Hello and welcome to our community! Is this your first visit?
Register
Enjoy an ad free experience by logging in. Not a member yet? Register.
Results 1 to 13 of 13
  1. #1
    Regular Coder
    Join Date
    Feb 2003
    Posts
    638
    Thanks
    0
    Thanked 0 Times in 0 Posts

    Global variables vs. Expando attributes

    Would there be a difference in memory between storing data in a global variable and setting data as an arbitrary attribute?
    For example, comparing these two functions:
    Code:
    <html>
    <head>
    <title>-</title>
    
    <script type="text/JavaScript">
    
    var mousedown;
    
    function _Global(){
    if(mousedown){
    var o = document.getElementById("output");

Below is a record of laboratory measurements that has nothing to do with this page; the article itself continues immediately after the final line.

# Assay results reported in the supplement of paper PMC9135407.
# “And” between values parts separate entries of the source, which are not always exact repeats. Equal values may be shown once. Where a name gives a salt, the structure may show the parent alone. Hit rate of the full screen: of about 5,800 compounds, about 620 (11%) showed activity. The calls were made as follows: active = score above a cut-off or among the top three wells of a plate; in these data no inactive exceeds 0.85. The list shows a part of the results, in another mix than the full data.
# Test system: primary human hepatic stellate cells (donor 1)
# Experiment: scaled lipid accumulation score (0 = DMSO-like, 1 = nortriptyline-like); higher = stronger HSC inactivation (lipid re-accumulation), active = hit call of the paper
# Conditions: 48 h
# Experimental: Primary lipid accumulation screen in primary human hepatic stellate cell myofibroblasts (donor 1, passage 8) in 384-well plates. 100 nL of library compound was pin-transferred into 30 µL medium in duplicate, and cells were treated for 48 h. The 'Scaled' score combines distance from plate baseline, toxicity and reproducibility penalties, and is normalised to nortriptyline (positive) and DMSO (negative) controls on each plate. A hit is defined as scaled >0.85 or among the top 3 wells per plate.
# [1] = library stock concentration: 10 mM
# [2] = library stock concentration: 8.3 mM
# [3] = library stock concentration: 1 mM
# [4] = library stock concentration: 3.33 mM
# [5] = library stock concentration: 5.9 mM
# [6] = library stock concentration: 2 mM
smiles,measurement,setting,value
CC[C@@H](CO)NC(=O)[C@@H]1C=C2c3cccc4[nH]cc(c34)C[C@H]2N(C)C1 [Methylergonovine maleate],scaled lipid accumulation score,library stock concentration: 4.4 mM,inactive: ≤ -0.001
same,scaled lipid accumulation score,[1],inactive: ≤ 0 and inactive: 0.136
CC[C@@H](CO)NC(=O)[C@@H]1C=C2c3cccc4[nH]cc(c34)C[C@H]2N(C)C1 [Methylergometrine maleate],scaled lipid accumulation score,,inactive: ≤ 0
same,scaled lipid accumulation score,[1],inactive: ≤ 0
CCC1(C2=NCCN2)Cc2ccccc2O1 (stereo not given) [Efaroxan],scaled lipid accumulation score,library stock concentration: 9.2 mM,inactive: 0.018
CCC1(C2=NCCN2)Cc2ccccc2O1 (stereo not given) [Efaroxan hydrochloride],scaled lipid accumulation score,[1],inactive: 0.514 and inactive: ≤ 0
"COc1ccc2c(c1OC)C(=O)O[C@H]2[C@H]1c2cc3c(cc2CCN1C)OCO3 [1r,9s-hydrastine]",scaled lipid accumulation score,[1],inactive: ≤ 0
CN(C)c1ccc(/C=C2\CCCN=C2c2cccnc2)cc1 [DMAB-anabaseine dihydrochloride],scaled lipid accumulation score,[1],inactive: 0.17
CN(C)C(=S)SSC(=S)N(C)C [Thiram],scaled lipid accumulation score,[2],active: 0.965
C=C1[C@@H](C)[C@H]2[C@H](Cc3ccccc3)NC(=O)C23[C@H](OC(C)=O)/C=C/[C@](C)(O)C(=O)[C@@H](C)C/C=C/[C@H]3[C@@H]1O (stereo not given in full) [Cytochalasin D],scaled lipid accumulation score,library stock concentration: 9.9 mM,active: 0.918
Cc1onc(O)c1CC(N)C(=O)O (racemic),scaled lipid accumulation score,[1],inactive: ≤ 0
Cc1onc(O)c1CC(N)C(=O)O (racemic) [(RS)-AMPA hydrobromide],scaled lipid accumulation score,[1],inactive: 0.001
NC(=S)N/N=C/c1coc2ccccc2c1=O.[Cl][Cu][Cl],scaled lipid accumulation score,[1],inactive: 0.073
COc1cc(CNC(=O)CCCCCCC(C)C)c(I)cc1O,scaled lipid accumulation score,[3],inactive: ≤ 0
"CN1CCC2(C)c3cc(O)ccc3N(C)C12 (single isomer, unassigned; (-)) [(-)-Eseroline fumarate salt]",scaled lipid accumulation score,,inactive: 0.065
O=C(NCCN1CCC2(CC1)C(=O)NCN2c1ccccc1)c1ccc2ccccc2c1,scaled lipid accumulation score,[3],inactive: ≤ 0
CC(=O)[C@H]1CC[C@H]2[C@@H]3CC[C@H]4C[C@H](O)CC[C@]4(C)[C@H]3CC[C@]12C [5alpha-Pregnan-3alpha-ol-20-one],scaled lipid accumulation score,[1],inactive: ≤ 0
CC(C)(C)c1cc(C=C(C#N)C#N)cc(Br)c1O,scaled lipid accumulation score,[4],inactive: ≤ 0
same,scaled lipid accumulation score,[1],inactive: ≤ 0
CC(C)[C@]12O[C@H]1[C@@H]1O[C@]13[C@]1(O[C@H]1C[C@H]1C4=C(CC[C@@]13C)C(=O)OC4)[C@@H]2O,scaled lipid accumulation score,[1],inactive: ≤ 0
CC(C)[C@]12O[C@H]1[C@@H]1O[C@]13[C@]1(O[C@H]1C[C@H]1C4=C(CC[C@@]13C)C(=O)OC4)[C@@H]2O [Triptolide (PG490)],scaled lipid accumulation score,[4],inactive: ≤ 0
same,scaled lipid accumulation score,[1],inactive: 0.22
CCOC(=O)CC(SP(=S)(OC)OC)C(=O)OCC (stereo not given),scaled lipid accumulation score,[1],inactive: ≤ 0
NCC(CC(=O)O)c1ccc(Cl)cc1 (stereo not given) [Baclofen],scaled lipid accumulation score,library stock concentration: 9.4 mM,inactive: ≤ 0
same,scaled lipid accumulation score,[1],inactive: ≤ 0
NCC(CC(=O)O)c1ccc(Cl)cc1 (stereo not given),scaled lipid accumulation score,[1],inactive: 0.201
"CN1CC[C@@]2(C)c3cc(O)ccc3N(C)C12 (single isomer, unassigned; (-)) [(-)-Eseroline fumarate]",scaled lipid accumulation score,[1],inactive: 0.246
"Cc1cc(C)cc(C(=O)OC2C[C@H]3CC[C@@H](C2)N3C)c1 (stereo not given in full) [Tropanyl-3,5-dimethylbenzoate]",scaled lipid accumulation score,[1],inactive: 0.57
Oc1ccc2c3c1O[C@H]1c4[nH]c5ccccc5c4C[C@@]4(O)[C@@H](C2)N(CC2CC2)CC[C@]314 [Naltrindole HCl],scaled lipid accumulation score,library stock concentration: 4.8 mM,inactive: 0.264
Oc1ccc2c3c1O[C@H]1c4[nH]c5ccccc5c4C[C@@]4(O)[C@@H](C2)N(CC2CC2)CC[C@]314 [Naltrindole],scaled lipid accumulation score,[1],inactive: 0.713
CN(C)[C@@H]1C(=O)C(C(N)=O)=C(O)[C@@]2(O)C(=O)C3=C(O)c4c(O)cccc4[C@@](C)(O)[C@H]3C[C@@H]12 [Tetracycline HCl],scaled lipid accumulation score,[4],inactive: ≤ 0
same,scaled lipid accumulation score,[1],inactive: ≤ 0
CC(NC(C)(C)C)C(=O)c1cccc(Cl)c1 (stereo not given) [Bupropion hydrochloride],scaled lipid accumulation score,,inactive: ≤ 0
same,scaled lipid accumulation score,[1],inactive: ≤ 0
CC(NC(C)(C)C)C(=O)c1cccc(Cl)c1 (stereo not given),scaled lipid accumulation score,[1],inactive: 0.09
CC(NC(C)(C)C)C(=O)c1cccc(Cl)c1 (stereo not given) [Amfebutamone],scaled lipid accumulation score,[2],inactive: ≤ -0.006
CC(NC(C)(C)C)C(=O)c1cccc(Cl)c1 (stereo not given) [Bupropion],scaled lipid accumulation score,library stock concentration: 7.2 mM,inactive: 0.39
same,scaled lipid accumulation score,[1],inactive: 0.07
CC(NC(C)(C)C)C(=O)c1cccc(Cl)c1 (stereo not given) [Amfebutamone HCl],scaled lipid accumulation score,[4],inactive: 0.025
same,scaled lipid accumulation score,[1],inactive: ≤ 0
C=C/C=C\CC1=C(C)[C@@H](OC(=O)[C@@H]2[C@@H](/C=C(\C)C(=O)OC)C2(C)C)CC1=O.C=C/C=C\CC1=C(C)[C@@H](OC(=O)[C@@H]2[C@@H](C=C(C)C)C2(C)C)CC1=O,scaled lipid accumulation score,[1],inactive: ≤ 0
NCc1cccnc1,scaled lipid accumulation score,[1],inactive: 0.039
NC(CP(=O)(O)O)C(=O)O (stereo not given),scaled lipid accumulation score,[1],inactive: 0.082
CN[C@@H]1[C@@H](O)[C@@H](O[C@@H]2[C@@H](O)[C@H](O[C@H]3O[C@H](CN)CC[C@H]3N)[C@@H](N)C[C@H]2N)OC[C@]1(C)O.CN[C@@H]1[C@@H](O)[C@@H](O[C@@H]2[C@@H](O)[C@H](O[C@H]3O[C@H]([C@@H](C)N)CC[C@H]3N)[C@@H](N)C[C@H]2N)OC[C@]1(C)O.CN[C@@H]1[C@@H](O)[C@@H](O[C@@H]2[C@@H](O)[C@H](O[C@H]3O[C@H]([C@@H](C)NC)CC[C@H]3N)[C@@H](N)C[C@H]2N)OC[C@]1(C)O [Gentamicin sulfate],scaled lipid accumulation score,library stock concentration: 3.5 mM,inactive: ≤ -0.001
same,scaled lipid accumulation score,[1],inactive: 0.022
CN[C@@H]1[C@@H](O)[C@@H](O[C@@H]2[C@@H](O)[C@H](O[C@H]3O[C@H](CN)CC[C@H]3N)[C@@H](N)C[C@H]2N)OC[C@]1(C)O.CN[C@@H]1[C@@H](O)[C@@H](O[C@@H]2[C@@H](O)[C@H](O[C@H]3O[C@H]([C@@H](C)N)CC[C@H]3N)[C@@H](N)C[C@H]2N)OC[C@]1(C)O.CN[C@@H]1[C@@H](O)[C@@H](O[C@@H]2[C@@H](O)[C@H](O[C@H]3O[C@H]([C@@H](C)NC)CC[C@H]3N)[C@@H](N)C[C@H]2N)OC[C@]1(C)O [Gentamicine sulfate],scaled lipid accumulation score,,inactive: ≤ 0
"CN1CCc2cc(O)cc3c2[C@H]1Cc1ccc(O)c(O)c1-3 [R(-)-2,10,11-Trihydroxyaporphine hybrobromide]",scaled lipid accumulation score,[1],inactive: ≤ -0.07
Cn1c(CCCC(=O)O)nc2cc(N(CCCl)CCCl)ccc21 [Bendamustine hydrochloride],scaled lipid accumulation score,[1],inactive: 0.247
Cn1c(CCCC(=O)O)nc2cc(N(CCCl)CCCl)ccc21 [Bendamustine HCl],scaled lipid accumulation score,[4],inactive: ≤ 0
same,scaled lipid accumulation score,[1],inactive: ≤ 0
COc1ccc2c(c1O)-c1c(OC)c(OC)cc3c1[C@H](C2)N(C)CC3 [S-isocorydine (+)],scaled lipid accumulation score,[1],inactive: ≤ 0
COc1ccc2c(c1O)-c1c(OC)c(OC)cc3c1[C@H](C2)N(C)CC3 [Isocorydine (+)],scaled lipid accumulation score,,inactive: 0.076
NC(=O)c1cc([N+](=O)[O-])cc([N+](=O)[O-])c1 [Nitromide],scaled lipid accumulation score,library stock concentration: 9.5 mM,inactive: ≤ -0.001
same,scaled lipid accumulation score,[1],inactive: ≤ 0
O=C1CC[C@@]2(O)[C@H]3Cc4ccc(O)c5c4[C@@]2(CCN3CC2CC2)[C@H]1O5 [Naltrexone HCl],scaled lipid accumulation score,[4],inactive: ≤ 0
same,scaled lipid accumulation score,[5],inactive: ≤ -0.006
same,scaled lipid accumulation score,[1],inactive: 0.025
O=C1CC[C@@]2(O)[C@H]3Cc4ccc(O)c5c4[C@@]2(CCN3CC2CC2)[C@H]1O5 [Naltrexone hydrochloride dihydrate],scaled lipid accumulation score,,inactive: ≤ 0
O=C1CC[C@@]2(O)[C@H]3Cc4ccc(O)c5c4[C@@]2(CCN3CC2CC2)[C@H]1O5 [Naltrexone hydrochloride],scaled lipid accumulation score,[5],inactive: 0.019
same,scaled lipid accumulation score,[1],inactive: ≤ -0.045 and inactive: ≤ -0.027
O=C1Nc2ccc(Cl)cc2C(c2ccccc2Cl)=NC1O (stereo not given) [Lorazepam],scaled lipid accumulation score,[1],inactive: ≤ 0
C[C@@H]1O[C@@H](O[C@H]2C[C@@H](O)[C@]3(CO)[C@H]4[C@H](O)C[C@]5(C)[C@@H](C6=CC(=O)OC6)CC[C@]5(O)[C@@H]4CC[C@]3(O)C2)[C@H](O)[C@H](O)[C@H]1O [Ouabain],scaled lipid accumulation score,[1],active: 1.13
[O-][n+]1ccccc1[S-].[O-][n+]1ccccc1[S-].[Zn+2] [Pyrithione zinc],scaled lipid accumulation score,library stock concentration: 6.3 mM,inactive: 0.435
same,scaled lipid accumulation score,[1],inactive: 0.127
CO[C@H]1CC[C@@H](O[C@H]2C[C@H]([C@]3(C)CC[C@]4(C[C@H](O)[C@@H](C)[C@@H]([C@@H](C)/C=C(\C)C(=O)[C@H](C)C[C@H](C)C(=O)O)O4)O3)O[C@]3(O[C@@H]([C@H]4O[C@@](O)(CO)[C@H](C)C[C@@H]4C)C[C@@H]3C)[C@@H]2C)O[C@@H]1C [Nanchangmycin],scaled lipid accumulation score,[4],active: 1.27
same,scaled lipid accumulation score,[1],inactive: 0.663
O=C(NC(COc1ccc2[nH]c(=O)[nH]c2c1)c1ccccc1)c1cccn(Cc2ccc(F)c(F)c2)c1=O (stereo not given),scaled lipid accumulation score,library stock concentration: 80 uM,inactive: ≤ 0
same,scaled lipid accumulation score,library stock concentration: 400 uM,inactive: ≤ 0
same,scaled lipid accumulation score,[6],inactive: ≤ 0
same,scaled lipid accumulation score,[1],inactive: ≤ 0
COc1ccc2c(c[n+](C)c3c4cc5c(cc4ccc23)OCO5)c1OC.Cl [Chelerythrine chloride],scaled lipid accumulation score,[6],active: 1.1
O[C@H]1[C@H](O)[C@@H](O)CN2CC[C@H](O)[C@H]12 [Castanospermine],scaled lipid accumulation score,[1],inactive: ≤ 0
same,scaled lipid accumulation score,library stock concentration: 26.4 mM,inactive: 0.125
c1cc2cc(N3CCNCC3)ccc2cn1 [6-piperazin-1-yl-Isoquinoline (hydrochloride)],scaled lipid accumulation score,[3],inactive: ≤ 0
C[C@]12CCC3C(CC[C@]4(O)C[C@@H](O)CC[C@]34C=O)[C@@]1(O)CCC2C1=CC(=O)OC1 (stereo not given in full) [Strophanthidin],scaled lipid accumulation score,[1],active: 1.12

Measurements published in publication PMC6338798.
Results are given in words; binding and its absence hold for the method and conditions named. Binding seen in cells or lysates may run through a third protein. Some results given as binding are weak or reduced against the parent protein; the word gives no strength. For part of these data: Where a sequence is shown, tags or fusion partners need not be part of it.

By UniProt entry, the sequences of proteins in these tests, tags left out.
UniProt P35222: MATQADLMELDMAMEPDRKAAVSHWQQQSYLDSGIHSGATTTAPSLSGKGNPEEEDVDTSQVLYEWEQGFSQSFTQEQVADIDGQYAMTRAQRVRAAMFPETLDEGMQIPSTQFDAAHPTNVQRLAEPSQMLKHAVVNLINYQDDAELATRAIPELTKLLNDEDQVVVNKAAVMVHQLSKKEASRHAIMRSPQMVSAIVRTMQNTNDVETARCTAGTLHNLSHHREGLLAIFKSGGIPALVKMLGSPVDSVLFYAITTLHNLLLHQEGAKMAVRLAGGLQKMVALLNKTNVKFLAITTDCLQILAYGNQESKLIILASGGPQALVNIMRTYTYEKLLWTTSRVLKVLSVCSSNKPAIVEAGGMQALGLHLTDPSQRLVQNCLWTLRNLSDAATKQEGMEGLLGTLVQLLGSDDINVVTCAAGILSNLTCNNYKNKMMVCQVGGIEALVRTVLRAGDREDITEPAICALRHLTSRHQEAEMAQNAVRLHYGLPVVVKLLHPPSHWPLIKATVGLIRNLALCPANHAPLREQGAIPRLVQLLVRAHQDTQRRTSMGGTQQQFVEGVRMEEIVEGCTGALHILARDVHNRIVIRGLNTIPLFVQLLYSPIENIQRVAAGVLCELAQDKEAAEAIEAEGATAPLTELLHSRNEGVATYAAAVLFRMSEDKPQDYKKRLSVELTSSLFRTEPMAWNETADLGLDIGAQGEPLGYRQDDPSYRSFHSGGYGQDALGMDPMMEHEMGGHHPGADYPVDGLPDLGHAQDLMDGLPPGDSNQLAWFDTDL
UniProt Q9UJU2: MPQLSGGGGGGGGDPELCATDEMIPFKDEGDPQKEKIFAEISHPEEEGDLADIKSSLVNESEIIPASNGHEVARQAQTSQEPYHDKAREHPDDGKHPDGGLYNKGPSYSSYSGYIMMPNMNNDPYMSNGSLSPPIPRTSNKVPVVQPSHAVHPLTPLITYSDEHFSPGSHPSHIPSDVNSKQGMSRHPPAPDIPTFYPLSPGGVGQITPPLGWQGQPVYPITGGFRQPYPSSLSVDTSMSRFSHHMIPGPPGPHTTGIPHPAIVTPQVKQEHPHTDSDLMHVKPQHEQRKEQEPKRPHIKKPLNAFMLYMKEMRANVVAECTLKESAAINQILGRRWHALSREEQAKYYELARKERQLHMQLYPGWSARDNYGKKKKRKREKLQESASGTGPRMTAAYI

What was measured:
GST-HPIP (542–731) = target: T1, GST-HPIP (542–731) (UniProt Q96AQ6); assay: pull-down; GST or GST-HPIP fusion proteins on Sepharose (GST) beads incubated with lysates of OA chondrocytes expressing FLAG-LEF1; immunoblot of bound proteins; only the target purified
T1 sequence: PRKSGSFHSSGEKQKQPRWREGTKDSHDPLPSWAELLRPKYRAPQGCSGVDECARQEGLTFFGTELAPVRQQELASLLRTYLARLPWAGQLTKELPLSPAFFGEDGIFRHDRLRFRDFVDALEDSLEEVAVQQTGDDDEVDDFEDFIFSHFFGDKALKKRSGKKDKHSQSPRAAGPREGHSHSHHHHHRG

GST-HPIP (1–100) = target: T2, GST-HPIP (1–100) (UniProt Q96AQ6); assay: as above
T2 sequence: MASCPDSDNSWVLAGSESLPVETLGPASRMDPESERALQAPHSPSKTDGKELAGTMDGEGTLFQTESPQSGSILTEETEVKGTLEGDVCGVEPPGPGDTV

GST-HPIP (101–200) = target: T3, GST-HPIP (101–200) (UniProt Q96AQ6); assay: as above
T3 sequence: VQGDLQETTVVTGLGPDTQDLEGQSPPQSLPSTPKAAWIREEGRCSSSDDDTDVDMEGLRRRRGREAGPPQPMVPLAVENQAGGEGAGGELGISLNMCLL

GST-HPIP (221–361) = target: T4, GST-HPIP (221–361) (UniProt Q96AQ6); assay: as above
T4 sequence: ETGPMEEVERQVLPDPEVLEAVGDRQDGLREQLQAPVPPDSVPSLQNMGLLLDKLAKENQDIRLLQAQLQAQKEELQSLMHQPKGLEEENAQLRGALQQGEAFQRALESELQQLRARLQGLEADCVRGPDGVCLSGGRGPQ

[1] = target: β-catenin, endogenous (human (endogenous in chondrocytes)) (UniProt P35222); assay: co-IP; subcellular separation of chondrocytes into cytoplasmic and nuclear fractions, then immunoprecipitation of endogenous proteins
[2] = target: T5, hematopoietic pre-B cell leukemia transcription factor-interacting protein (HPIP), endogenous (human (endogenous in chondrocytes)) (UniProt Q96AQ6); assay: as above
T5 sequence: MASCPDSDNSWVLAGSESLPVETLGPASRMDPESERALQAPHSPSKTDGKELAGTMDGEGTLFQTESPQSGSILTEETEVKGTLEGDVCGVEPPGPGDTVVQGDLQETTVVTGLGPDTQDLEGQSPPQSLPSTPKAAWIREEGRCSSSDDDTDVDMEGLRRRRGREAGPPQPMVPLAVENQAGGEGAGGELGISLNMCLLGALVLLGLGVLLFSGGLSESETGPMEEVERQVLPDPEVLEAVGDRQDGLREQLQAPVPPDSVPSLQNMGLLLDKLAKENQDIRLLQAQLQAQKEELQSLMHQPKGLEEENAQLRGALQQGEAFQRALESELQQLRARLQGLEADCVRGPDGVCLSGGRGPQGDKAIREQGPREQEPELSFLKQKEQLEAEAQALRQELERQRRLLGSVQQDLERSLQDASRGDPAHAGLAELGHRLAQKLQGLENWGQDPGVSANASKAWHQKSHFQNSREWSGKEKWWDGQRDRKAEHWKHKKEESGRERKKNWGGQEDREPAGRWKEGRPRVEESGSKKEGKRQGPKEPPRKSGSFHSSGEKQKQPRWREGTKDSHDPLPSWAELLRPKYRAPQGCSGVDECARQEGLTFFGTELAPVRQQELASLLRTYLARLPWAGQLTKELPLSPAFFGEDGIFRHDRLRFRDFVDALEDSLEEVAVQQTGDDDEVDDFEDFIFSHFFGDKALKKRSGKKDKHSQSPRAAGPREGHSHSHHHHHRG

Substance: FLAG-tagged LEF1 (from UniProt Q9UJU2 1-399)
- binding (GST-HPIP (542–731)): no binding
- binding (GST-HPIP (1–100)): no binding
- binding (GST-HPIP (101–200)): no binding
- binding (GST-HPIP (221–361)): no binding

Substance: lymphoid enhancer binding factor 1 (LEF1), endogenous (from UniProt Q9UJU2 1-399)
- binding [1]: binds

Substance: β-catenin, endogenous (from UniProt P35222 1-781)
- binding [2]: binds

o.value = "_Global: dragging";}
    }
    
    function _Expando(Mousedown){
    if(Mousedown){
    var o = document.getElementById("output");
    o.value = "_Expando: dragging";}
    }
    
    </script>
    
    </head>
    <body 
    onload="document.getElementsByTagName('SPAN')[1].setAttributeNode(document.createAttribute('mousedown'))">
    
    <span 
    onmousedown="mousedown=true" 
    onmouseup="mousedown=false" 
    onmouseout="mousedown=false" 
    onmousemove="_Global()">
    [dragMe]
    </span>
    <input id="output">
    <span 
    onmousedown="this.mousedown=true" 
    onmouseup="this.mousedown=false" 
    onmouseout="this.mousedown=false" 
    onmousemove="_Expando(this.mousedown)">
    [dragMe]
    </span>
    
    </body>
    </html>
    hmm... ?

  • #2
    Regular Coder
    Join Date
    Feb 2003
    Posts
    638
    Thanks
    0
    Thanked 0 Times in 0 Posts

    Lightbulb thought of something else...

    Might there also be a difference in memory between these:

    onmouseup="this.mousedown=false"
    onmouseout="this.mousedown=false"

    vs.
    onmouseup="this.mousedown=null"
    onmouseout="this.mousedown=null"


    i.e., is false stored in memory, and null not...?
    hmm... ?

  • #3
    Master Coder
    Join Date